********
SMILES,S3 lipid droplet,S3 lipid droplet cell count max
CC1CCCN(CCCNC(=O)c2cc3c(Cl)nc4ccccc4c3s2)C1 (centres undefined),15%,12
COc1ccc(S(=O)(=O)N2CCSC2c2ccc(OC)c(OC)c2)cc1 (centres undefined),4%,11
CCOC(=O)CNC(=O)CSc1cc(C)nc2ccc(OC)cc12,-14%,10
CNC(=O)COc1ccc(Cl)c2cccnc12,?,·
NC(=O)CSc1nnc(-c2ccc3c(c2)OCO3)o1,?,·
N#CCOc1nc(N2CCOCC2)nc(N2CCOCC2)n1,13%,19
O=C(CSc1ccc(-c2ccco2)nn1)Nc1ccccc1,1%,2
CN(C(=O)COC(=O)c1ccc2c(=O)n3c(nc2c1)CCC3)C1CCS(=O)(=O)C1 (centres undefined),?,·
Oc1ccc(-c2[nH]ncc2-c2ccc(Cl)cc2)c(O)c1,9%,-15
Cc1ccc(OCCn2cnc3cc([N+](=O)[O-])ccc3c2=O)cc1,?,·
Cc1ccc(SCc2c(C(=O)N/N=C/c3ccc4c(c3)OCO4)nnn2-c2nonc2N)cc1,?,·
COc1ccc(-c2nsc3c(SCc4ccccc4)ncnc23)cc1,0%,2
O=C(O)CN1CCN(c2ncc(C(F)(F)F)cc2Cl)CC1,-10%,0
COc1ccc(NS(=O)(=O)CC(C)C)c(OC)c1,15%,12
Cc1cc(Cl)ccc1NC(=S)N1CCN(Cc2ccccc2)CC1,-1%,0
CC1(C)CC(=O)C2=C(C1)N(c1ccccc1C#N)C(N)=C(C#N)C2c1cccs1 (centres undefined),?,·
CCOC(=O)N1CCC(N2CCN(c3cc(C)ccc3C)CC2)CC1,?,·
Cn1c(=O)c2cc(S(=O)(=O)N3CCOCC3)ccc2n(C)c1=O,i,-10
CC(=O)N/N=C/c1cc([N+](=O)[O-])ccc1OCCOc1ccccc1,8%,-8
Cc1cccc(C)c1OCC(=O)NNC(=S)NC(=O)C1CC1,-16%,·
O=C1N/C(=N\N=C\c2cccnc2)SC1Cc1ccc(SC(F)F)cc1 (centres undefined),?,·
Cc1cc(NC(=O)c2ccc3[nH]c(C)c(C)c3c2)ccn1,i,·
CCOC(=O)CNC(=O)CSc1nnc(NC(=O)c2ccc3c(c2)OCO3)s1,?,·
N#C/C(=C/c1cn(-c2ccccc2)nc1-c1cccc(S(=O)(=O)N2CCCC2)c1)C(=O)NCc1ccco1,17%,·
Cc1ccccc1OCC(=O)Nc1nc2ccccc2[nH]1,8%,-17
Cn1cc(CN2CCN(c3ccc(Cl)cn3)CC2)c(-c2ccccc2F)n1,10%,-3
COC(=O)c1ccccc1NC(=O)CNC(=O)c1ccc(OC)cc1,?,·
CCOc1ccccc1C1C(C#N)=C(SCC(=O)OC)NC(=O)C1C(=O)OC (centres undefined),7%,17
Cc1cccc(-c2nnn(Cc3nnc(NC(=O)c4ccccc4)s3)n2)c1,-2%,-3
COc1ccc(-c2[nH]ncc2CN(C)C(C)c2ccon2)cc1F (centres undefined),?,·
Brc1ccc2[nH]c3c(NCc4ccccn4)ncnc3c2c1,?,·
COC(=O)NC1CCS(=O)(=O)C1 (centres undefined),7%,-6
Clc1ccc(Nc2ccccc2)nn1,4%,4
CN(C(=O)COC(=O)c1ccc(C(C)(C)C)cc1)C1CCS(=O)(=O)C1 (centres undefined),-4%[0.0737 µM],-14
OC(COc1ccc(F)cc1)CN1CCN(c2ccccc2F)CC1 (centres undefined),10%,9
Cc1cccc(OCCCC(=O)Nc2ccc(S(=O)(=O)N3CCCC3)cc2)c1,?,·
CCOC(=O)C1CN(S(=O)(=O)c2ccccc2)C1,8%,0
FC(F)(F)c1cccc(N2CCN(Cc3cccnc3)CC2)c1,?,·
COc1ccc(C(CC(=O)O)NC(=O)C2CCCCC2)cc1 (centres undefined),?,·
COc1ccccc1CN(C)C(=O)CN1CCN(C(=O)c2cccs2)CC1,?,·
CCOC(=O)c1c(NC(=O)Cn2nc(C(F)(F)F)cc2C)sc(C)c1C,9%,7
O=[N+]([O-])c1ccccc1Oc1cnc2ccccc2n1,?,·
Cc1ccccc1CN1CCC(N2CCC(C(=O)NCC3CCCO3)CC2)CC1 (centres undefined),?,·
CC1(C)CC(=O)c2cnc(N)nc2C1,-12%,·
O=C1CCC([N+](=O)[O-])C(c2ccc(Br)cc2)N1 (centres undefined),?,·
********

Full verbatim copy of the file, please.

SMILES,S3 lipid droplet,S3 lipid droplet cell count max
CC1CCCN(CCCNC(=O)c2cc3c(Cl)nc4ccccc4c3s2)C1 (centres undefined),15%,12
COc1ccc(S(=O)(=O)N2CCSC2c2ccc(OC)c(OC)c2)cc1 (centres undefined),4%,11
CCOC(=O)CNC(=O)CSc1cc(C)nc2ccc(OC)cc12,-14%,10
CNC(=O)COc1ccc(Cl)c2cccnc12,?,·
NC(=O)CSc1nnc(-c2ccc3c(c2)OCO3)o1,?,·
N#CCOc1nc(N2CCOCC2)nc(N2CCOCC2)n1,13%,19
O=C(CSc1ccc(-c2ccco2)nn1)Nc1ccccc1,1%,2
CN(C(=O)COC(=O)c1ccc2c(=O)n3c(nc2c1)CCC3)C1CCS(=O)(=O)C1 (centres undefined),?,·
Oc1ccc(-c2[nH]ncc2-c2ccc(Cl)cc2)c(O)c1,9%,-15
Cc1ccc(OCCn2cnc3cc([N+](=O)[O-])ccc3c2=O)cc1,?,·
Cc1ccc(SCc2c(C(=O)N/N=C/c3ccc4c(c3)OCO4)nnn2-c2nonc2N)cc1,?,·
COc1ccc(-c2nsc3c(SCc4ccccc4)ncnc23)cc1,0%,2
O=C(O)CN1CCN(c2ncc(C(F)(F)F)cc2Cl)CC1,-10%,0
COc1ccc(NS(=O)(=O)CC(C)C)c(OC)c1,15%,12
Cc1cc(Cl)ccc1NC(=S)N1CCN(Cc2ccccc2)CC1,-1%,0
CC1(C)CC(=O)C2=C(C1)N(c1ccccc1C#N)C(N)=C(C#N)C2c1cccs1 (centres undefined),?,·
CCOC(=O)N1CCC(N2CCN(c3cc(C)ccc3C)CC2)CC1,?,·
Cn1c(=O)c2cc(S(=O)(=O)N3CCOCC3)ccc2n(C)c1=O,i,-10
CC(=O)N/N=C/c1cc([N+](=O)[O-])ccc1OCCOc1ccccc1,8%,-8
Cc1cccc(C)c1OCC(=O)NNC(=S)NC(=O)C1CC1,-16%,·
O=C1N/C(=N\N=C\c2cccnc2)SC1Cc1ccc(SC(F)F)cc1 (centres undefined),?,·
Cc1cc(NC(=O)c2ccc3[nH]c(C)c(C)c3c2)ccn1,i,·
CCOC(=O)CNC(=O)CSc1nnc(NC(=O)c2ccc3c(c2)OCO3)s1,?,·
N#C/C(=C/c1cn(-c2ccccc2)nc1-c1cccc(S(=O)(=O)N2CCCC2)c1)C(=O)NCc1ccco1,17%,·
Cc1ccccc1OCC(=O)Nc1nc2ccccc2[nH]1,8%,-17
Cn1cc(CN2CCN(c3ccc(Cl)cn3)CC2)c(-c2ccccc2F)n1,10%,-3
COC(=O)c1ccccc1NC(=O)CNC(=O)c1ccc(OC)cc1,?,·
CCOc1ccccc1C1C(C#N)=C(SCC(=O)OC)NC(=O)C1C(=O)OC (centres undefined),7%,17
Cc1cccc(-c2nnn(Cc3nnc(NC(=O)c4ccccc4)s3)n2)c1,-2%,-3
COc1ccc(-c2[nH]ncc2CN(C)C(C)c2ccon2)cc1F (centres undefined),?,·
Brc1ccc2[nH]c3c(NCc4ccccn4)ncnc3c2c1,?,·
COC(=O)NC1CCS(=O)(=O)C1 (centres undefined),7%,-6
Clc1ccc(Nc2ccccc2)nn1,4%,4
CN(C(=O)COC(=O)c1ccc(C(C)(C)C)cc1)C1CCS(=O)(=O)C1 (centres undefined),-4%[0.0737 µM],-14
OC(COc1ccc(F)cc1)CN1CCN(c2ccccc2F)CC1 (centres undefined),10%,9
Cc1cccc(OCCCC(=O)Nc2ccc(S(=O)(=O)N3CCCC3)cc2)c1,?,·
CCOC(=O)C1CN(S(=O)(=O)c2ccccc2)C1,8%,0
FC(F)(F)c1cccc(N2CCN(Cc3cccnc3)CC2)c1,?,·
COc1ccc(C(CC(=O)O)NC(=O)C2CCCCC2)cc1 (centres undefined),?,·
COc1ccccc1CN(C)C(=O)CN1CCN(C(=O)c2cccs2)CC1,?,·
CCOC(=O)c1c(NC(=O)Cn2nc(C(F)(F)F)cc2C)sc(C)c1C,9%,7
O=[N+]([O-])c1ccccc1Oc1cnc2ccccc2n1,?,·
Cc1ccccc1CN1CCC(N2CCC(C(=O)NCC3CCCO3)CC2)CC1 (centres undefined),?,·
CC1(C)CC(=O)c2cnc(N)nc2C1,-12%,·
O=C1CCC([N+](=O)[O-])C(c2ccc(Br)cc2)N1 (centres undefined),?,·